3. Increase speed of commitment – be prepared to go fast by having all your ducks in a row. Get people used to going fast by providing a process and tools they can use and trust.
  4. Increase speed of resourcing – know that your resources are not just financial and data, but human resources including a new way of thinking. You need your people to go outside of job description/requirements and you need resources outside of your organization. Liberate and incorporate vendor partners, customers and employees and all their skills. Develop staff so they can do 80% in job description but can also do 20% to grow to be an asset to the firm over time, so they can contribute their full skills/talents not currently being used in their primary existing role or job description. This also becomes an excellent retention strategy.
  5. Increase visibility of change effort – need strong leadership sponsorship, clear communication, and investment in building your culture. Anticipate resistance and replace fear of unknown with curiosity. Innovation and change are team sports.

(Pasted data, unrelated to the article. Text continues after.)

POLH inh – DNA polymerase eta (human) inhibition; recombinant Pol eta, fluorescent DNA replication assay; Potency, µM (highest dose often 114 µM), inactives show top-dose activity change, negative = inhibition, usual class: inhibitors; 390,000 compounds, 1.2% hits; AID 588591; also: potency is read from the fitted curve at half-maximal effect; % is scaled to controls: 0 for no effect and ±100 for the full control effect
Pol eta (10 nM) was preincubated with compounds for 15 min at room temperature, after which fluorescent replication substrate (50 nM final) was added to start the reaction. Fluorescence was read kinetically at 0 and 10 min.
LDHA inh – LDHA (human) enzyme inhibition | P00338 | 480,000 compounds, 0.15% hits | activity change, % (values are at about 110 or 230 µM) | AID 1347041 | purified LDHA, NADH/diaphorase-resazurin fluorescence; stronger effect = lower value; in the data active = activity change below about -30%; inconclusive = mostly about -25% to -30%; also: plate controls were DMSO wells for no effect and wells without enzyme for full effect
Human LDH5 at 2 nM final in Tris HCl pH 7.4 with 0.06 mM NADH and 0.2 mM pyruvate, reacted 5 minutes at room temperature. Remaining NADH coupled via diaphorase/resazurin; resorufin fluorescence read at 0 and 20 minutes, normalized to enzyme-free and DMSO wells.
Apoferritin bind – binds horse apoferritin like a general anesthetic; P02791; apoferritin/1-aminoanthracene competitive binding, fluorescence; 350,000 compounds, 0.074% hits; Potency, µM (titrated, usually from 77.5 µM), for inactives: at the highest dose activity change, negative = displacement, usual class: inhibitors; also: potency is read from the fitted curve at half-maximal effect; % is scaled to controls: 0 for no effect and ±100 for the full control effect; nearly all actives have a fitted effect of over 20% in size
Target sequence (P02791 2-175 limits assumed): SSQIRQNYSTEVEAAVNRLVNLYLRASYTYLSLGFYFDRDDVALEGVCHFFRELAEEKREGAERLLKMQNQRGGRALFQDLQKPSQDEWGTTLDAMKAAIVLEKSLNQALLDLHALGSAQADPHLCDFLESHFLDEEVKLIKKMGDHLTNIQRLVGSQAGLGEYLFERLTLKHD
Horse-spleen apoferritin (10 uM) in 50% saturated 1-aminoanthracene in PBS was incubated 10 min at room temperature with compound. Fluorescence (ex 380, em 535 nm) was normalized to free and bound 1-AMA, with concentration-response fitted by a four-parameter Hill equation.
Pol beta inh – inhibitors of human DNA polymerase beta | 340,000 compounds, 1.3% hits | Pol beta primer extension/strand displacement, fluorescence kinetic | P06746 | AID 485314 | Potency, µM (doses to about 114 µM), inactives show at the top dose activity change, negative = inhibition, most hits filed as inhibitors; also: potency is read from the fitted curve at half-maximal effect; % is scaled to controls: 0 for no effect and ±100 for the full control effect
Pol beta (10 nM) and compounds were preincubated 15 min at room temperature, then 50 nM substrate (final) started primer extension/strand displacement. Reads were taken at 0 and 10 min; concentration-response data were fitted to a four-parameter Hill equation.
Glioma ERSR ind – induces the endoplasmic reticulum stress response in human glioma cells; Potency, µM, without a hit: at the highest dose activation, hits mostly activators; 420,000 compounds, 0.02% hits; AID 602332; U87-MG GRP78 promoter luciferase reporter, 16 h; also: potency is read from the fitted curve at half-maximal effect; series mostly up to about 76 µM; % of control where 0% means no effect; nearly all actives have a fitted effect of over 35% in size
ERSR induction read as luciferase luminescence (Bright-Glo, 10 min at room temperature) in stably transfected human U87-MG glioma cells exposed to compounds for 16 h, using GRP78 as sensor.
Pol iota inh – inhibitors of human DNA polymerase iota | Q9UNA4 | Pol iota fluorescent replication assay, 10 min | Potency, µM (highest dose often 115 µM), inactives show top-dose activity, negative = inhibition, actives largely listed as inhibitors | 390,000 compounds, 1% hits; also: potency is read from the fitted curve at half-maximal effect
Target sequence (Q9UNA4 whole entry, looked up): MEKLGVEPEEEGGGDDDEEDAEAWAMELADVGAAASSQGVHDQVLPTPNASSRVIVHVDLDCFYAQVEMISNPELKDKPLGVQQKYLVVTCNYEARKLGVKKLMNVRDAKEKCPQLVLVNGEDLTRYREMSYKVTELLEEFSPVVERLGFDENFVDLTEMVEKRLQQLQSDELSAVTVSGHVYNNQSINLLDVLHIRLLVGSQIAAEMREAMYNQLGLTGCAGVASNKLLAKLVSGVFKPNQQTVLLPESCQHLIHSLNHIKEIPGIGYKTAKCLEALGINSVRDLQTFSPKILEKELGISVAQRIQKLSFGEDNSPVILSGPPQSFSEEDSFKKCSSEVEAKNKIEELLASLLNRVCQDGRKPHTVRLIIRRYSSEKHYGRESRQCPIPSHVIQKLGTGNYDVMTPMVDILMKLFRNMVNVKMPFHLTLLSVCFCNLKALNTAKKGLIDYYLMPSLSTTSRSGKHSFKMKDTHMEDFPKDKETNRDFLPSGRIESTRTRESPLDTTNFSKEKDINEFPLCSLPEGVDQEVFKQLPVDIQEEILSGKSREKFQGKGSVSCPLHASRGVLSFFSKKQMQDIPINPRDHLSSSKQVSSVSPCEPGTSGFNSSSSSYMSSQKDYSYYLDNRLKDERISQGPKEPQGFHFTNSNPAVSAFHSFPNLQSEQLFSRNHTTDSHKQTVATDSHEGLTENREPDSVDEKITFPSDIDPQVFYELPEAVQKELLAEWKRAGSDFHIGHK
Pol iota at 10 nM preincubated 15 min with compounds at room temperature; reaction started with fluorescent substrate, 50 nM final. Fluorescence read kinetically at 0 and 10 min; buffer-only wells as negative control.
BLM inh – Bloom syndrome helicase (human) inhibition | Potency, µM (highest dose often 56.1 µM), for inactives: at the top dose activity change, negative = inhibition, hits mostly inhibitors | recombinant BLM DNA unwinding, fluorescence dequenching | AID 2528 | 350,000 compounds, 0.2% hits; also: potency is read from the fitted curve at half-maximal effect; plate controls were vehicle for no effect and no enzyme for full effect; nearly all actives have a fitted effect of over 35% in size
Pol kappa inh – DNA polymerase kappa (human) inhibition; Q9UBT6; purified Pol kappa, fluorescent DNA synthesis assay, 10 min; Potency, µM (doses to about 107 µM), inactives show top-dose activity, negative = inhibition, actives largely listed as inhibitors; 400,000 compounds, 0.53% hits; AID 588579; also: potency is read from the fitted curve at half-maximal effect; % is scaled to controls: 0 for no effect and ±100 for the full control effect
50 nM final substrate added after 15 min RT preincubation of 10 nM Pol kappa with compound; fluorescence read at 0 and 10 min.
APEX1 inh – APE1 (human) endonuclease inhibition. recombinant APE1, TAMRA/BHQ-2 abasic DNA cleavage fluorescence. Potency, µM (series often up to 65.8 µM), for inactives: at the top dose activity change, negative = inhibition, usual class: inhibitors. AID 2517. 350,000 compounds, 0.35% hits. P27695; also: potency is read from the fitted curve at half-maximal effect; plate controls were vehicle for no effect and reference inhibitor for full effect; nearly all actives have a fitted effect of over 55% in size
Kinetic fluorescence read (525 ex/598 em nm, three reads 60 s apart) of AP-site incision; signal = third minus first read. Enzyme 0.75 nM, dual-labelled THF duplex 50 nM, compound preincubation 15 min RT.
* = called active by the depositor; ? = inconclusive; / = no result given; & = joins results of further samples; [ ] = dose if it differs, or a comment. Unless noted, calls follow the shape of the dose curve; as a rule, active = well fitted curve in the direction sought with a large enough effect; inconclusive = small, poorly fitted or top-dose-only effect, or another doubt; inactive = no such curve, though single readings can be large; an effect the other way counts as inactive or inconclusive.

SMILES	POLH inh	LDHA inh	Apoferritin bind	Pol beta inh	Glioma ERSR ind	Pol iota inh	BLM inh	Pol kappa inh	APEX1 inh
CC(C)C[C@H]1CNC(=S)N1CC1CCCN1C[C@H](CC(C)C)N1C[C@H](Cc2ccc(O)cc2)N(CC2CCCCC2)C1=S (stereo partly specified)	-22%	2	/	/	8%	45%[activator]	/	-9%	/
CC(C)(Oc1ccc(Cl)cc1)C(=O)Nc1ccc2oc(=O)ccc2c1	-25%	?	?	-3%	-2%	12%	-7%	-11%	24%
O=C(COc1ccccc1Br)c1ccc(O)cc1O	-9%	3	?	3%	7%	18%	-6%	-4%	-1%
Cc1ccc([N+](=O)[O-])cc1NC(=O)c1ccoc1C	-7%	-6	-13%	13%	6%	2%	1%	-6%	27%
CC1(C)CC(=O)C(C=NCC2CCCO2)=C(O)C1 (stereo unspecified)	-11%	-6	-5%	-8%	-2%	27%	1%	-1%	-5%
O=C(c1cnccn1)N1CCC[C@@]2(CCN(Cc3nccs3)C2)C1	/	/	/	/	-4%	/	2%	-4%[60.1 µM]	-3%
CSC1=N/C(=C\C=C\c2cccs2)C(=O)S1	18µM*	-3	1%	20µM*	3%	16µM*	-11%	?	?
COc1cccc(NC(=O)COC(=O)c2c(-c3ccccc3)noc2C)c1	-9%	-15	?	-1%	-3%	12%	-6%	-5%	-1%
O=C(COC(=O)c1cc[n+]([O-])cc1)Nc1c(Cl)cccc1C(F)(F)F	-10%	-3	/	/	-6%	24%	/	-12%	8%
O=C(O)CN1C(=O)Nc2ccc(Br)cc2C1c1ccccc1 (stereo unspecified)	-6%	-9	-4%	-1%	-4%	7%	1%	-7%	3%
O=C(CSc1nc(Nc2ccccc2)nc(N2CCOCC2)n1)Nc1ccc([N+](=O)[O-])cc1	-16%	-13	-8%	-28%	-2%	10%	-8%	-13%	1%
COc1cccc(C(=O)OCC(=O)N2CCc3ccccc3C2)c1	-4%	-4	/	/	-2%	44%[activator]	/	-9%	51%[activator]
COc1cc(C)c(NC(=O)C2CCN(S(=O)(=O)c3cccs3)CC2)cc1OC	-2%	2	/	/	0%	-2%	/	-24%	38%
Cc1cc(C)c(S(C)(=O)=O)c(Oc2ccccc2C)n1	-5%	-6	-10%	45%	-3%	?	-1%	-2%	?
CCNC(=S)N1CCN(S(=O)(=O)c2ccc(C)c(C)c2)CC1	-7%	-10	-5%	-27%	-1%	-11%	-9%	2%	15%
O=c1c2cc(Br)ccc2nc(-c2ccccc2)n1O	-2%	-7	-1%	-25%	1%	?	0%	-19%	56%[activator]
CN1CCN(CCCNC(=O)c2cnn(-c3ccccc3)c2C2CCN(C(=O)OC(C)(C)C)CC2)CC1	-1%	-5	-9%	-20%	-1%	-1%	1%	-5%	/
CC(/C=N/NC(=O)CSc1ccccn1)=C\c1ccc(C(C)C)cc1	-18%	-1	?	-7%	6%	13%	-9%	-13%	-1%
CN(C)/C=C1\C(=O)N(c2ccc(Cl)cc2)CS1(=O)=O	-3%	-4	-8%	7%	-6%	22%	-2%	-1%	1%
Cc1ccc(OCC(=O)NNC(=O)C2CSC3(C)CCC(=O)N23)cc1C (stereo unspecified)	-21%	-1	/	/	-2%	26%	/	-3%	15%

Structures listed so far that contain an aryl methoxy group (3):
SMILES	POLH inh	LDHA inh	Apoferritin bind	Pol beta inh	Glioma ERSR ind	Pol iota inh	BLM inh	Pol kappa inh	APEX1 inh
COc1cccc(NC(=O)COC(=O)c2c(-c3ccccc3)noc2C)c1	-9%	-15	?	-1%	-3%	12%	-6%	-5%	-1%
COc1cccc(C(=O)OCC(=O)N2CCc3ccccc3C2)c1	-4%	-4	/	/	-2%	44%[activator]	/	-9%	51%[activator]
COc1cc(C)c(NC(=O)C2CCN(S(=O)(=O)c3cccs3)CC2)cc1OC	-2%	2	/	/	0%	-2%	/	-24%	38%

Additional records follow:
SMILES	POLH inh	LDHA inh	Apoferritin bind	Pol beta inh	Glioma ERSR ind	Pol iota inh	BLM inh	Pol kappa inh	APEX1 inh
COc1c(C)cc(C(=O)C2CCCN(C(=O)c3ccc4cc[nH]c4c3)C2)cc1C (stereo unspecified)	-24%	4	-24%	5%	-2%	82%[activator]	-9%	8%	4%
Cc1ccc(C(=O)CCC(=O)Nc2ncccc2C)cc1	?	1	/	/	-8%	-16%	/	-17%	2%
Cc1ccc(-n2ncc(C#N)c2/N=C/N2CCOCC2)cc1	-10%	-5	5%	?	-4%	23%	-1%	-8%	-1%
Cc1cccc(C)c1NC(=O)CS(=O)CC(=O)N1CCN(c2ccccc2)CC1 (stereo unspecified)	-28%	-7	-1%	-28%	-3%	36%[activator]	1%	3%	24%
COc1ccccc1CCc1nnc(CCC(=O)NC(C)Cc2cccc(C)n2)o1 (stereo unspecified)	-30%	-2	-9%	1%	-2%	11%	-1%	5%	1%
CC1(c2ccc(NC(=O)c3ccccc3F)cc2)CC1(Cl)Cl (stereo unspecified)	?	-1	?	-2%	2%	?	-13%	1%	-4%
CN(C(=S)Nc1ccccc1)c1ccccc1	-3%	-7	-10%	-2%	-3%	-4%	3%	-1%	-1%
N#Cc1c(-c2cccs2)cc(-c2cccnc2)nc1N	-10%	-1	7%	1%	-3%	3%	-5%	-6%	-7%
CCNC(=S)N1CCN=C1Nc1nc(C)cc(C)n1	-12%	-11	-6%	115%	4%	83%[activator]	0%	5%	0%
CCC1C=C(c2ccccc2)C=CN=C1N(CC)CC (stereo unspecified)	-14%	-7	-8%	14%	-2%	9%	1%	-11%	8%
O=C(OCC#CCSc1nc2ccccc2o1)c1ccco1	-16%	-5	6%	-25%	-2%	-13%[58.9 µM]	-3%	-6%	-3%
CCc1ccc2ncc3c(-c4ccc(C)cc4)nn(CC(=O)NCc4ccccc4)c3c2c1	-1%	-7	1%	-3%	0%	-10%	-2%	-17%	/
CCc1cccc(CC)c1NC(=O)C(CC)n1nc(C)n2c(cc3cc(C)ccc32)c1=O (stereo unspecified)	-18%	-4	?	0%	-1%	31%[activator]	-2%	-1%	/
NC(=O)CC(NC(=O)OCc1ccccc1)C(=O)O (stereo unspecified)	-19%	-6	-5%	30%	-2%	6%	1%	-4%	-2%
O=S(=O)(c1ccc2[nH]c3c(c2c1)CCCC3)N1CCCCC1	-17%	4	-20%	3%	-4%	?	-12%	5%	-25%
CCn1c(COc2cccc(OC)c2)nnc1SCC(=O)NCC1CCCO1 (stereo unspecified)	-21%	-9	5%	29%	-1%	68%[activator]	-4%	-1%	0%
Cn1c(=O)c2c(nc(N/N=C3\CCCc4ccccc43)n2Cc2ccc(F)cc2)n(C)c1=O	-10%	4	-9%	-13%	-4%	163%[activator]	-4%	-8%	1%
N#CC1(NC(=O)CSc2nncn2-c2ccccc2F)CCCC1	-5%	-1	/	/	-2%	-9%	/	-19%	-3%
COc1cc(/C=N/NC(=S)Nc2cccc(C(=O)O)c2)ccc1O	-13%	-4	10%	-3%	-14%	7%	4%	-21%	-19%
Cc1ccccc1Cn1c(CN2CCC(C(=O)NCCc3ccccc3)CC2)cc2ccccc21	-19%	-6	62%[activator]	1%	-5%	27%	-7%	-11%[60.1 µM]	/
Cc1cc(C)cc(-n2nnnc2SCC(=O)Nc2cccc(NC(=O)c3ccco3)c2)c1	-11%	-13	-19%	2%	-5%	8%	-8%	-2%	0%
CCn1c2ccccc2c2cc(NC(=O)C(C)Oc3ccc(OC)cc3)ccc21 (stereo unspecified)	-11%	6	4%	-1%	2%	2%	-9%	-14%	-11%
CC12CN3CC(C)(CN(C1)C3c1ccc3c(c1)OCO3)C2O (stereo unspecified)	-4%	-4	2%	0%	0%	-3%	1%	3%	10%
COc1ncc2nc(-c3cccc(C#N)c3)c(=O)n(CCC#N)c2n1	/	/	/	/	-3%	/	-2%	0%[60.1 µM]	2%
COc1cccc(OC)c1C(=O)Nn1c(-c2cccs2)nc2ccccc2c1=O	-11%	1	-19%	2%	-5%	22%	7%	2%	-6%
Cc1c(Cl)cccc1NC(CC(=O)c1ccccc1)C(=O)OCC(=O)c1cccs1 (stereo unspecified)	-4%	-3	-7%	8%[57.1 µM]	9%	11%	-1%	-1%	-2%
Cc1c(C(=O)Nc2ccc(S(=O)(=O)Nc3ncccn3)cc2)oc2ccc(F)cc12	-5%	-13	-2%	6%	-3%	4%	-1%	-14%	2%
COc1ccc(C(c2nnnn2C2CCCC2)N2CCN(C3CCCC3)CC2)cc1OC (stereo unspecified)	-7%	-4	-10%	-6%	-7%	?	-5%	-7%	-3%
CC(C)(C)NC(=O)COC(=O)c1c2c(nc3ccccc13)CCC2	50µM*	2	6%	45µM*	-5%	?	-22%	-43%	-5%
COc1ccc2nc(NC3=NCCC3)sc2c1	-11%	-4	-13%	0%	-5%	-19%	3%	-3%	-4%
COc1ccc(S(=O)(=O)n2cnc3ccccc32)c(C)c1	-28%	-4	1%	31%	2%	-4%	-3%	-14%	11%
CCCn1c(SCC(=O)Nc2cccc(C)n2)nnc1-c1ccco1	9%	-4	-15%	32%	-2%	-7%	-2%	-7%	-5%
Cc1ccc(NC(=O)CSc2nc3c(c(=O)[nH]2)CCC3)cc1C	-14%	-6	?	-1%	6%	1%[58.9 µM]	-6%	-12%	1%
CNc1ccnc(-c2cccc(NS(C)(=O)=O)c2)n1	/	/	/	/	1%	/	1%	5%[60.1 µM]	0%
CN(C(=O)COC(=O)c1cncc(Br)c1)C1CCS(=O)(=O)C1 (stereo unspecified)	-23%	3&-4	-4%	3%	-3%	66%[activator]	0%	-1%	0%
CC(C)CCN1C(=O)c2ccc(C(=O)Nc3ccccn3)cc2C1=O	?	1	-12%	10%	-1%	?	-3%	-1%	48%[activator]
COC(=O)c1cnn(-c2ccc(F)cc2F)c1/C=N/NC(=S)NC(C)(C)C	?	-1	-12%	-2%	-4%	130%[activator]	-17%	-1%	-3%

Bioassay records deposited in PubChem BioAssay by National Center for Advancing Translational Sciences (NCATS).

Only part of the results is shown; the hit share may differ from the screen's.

Since most companies don’t currently have the capabilities to do ongoing sustainable innovation, how can firms start building these capabilities?  A suggestion was offered as one way to go about this is to partner outside of the organization. Strong strategic partners can help identify weaknesses, bring in service providers to help bolster your efforts and weak spots. This kind of outside-in collaboration can help you get prepared to go fast. Working on this in advance of the need gets you ready for when you push the “go” button. But, it was emphasized that you need that vision and commitment first to innovation and change for that to work.